The Affordable Housing Crisis Harms Every Community
In many places, housing instability and homelessness are outpacing the capacity of local governments, housing developers and financial institutions to meet the evolving housing needs of cities and towns. Although localities are not impacted equally, every city, town, and village, from urban to rural, is negatively impacted by the housing crisis. Because housing markets are regional, clashing ordinances related to housing and homelessness can drive racial inequities and produce negative economic outcomes across a region.
Every Level of Government is Being Pressured to Act
Elected officials at every level of government are hearing from constituents that housing is a major problem where they live. In response, cities and states are pursuing a wide range of different, and sometimes contentious, solutions.
Local Governments and Leaders an Essential Part of the Solution
Local leaders are pushing the boundaries of what's possible for local governments to meet demand for housing. Cities are experimenting with zoning and code reforms and, lacking other alternatives, some are building housing on their own.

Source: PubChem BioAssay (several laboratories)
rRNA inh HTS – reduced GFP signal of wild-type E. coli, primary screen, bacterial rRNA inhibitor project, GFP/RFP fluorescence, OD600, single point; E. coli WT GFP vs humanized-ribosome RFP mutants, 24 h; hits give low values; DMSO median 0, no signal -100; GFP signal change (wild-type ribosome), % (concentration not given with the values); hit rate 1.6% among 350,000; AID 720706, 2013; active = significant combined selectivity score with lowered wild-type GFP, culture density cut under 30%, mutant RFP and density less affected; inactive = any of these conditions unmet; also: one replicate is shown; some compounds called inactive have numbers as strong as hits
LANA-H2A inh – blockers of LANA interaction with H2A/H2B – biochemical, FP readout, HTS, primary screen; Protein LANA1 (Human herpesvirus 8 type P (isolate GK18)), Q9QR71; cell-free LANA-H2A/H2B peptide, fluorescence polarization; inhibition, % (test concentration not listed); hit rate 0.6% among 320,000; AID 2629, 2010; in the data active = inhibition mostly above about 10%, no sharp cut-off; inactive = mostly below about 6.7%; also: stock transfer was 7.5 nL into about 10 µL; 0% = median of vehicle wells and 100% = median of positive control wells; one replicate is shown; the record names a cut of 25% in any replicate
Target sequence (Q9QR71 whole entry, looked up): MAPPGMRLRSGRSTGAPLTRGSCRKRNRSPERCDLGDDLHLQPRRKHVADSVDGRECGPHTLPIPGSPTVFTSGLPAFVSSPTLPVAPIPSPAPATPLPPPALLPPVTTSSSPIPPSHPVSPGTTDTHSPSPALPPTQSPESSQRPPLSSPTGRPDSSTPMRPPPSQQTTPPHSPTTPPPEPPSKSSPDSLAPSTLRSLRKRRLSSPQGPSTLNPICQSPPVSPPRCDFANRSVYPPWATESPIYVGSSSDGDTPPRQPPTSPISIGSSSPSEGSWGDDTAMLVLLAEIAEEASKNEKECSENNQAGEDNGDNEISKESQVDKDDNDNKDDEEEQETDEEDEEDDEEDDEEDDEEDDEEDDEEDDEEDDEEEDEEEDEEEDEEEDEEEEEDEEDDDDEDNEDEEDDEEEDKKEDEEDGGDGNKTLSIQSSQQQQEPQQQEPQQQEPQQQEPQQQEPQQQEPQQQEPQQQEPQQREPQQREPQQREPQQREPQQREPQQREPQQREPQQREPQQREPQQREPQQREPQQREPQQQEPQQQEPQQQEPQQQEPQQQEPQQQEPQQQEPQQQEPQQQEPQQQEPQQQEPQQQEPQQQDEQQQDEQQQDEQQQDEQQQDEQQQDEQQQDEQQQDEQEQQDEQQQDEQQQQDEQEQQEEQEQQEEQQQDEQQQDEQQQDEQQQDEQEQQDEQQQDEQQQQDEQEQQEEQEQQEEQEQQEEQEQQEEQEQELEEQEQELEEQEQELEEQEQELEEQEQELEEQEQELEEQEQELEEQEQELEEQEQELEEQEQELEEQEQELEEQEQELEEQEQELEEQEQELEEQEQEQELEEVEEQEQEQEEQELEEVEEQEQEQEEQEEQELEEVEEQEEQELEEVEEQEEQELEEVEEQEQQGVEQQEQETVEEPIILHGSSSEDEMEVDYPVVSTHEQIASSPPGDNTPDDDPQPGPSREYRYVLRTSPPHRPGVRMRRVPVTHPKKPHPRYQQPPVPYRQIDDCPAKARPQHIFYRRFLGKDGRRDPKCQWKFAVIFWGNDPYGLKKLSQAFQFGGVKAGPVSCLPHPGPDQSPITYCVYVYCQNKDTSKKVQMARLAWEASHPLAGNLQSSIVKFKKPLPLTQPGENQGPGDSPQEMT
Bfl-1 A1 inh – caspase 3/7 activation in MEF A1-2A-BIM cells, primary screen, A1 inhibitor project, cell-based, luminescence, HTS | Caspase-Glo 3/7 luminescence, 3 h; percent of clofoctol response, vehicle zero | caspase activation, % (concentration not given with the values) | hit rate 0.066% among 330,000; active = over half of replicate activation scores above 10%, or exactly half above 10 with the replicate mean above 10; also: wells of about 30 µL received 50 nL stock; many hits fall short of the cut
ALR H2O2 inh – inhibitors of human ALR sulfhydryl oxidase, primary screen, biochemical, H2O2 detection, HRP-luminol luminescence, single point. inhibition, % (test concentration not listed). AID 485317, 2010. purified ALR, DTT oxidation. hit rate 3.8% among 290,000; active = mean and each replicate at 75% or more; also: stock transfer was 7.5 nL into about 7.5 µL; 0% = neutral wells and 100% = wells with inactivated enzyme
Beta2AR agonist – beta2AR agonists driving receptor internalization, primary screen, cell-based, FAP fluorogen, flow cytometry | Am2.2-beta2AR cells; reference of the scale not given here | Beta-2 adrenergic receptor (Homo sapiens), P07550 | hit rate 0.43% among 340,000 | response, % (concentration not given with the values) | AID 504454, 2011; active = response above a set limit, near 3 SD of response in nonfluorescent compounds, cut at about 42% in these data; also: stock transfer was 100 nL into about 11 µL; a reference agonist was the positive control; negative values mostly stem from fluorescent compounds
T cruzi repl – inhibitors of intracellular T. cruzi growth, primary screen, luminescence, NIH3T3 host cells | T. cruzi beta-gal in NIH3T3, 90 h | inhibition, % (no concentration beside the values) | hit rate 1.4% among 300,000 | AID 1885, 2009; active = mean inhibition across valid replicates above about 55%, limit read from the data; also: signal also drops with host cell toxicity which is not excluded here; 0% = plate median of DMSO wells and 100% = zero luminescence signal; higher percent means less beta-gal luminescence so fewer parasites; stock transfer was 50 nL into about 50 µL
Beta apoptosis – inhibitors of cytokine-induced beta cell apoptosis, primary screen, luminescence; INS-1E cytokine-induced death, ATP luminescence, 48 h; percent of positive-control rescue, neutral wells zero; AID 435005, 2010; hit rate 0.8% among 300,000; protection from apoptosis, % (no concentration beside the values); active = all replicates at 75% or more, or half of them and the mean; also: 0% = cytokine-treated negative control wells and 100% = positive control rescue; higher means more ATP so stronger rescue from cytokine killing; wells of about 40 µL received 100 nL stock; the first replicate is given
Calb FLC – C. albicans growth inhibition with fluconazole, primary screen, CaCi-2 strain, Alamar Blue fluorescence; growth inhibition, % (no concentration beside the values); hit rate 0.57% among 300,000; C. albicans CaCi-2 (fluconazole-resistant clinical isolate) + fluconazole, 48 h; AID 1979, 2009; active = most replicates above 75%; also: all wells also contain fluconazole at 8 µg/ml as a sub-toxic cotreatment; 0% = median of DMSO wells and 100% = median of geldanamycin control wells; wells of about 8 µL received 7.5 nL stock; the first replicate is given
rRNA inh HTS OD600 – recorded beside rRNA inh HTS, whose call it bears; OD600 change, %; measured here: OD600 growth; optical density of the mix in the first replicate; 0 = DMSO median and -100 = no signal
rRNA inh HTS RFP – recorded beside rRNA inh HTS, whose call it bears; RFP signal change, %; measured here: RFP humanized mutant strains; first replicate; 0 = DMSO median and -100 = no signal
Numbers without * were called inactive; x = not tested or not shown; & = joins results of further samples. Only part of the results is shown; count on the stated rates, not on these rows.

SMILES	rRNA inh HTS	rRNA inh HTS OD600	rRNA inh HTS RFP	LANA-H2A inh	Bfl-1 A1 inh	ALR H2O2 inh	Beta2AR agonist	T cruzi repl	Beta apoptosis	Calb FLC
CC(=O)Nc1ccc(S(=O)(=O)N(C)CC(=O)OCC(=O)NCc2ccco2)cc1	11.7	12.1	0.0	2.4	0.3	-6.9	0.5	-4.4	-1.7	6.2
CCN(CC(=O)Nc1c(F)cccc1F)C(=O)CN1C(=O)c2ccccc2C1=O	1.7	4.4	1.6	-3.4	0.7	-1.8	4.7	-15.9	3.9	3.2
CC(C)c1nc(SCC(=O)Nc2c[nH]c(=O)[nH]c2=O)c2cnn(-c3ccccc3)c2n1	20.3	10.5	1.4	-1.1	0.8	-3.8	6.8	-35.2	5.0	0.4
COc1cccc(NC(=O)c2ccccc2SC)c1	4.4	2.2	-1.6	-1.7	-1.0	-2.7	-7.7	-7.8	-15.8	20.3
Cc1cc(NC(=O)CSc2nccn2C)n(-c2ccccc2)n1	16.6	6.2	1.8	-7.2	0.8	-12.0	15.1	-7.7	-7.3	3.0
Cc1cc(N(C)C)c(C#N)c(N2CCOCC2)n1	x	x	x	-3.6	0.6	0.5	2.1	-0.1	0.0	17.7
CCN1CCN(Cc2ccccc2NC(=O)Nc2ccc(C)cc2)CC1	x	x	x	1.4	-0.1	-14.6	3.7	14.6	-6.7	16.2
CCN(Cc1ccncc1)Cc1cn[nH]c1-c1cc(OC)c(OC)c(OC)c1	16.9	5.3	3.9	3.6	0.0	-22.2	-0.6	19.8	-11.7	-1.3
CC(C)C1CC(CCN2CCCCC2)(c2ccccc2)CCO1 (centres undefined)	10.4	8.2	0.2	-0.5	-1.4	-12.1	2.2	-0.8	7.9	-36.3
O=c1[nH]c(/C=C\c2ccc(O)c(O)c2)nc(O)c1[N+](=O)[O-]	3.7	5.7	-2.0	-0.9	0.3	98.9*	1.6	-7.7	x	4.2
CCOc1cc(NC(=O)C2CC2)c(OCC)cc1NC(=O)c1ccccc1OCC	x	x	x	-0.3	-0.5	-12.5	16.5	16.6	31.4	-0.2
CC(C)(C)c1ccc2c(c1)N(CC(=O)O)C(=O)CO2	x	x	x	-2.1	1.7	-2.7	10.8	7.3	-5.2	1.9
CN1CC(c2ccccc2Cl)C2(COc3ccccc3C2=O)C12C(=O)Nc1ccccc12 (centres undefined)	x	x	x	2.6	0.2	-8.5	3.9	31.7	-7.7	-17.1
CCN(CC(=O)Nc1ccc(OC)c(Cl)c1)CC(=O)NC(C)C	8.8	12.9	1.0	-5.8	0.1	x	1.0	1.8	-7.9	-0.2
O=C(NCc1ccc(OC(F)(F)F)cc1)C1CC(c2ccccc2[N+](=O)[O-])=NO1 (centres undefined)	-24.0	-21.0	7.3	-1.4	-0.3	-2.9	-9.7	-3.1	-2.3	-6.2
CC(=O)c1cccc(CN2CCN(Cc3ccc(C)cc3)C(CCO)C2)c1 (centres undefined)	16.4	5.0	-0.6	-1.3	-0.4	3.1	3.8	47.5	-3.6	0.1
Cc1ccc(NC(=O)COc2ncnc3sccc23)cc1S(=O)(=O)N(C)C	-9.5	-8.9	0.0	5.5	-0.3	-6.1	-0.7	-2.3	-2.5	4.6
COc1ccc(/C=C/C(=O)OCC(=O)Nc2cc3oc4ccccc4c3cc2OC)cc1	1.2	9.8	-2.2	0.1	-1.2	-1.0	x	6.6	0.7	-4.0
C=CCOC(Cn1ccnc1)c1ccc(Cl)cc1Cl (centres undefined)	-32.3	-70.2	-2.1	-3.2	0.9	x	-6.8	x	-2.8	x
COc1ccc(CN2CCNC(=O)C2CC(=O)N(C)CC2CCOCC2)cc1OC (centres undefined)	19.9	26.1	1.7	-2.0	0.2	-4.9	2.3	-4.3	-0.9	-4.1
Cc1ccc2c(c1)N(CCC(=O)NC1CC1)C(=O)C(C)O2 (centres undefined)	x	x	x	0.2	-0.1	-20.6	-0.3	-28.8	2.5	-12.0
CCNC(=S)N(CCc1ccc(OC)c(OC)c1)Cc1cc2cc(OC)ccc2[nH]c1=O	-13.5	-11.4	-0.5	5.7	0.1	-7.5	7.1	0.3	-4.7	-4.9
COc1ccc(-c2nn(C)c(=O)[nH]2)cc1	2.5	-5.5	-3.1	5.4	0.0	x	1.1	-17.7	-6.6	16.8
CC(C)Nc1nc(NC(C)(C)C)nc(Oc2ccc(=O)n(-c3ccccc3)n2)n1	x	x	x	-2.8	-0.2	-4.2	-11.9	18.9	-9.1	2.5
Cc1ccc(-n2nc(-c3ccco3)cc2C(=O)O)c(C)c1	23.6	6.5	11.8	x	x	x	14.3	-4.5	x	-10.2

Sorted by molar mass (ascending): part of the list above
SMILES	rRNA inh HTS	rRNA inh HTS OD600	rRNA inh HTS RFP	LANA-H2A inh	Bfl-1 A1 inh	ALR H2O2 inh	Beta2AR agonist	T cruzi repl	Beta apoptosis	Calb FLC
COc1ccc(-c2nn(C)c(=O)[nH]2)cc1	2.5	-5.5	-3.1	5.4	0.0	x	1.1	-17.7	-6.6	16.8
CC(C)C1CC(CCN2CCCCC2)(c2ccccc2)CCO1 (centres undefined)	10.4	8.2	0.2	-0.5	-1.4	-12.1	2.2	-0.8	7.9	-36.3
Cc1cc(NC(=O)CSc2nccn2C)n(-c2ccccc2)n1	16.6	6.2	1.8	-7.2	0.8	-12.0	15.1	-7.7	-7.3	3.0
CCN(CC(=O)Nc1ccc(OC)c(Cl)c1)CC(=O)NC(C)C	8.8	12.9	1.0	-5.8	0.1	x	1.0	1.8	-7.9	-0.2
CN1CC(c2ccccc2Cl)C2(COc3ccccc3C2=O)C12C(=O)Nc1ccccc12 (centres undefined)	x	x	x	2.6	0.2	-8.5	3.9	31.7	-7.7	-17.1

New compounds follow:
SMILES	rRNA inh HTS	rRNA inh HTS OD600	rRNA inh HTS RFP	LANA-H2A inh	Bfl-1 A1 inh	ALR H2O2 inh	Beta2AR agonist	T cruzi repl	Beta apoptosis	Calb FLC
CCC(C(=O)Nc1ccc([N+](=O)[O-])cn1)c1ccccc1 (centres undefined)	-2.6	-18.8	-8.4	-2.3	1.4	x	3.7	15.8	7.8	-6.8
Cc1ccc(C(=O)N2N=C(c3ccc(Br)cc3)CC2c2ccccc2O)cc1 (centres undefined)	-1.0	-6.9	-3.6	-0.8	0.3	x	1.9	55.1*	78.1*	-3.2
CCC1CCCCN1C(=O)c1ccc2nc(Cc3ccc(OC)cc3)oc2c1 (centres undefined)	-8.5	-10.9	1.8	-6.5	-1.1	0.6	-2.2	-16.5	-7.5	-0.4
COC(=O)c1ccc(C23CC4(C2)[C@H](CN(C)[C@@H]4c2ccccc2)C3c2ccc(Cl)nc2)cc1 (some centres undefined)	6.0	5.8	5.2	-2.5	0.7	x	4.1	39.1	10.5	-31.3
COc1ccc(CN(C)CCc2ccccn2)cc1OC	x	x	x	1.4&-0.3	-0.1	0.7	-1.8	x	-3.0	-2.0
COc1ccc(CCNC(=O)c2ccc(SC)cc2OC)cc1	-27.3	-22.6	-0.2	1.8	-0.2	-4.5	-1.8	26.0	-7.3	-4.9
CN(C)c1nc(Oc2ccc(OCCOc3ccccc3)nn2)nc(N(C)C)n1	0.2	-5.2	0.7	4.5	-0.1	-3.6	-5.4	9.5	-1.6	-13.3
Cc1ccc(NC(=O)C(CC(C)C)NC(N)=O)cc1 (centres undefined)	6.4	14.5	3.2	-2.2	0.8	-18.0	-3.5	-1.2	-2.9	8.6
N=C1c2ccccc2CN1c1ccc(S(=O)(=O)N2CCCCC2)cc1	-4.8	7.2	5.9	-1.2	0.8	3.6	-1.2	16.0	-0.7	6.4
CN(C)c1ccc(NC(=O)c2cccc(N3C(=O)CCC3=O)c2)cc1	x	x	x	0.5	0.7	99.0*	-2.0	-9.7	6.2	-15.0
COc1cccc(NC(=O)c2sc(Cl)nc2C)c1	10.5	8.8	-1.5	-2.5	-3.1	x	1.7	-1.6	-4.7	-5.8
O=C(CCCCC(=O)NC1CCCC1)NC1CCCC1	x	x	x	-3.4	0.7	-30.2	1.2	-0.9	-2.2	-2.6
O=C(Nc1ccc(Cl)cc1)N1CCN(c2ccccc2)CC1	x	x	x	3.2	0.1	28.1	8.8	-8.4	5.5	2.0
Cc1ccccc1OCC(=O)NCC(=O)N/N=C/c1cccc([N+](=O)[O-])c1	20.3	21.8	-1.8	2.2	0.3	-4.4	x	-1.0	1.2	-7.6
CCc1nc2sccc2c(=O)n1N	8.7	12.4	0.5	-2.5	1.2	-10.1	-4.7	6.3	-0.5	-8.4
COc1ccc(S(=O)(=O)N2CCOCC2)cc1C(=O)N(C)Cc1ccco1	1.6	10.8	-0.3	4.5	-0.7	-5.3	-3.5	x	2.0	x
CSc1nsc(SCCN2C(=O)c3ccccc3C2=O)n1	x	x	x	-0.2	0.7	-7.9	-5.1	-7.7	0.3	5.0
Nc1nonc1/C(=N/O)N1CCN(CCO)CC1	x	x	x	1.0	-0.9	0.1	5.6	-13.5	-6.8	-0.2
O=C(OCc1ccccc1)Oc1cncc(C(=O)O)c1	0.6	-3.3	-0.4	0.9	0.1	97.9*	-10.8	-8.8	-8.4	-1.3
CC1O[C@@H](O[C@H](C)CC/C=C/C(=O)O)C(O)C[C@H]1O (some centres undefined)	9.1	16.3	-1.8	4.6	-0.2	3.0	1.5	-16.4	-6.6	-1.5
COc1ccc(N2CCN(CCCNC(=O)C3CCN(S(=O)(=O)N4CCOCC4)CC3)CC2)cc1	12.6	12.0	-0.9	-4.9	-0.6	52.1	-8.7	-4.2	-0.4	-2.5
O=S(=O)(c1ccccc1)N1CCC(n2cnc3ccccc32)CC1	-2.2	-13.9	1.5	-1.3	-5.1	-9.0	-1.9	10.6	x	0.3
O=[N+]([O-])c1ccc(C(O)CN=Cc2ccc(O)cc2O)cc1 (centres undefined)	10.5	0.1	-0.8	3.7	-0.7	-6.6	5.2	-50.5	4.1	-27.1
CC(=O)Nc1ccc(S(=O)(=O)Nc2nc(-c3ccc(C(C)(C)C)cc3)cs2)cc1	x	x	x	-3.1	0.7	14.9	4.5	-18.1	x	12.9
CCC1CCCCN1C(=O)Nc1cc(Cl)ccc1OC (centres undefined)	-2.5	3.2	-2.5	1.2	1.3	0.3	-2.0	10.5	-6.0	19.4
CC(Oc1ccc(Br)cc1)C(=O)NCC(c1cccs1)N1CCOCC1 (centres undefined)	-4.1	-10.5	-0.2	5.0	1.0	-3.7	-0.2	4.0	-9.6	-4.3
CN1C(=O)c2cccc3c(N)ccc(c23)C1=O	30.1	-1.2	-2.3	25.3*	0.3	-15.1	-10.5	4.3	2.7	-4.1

Annual federal funds for housing and homeless assistance programs are deeply appreciated but insufficient to meet the demand. Local governments are filling gaps by using one-time funds through the American Rescue Plan Act and the Infrastructure Investment and Jobs Act to finance the production and preservation of housing. The Housing Supply Accelerator will help localities do more with their housing dollars and maintain their efforts even after these one-time programs wind down.
In the coming weeks, key housing supply stakeholders, housing association partners and housing policy partners will be directly invited to participate in the Housing Supply Accelerator.
Local government leaders and planners will also have an opportunity to provide critical insight to this campaign through engagement with National League of Cities and the American Planning Association.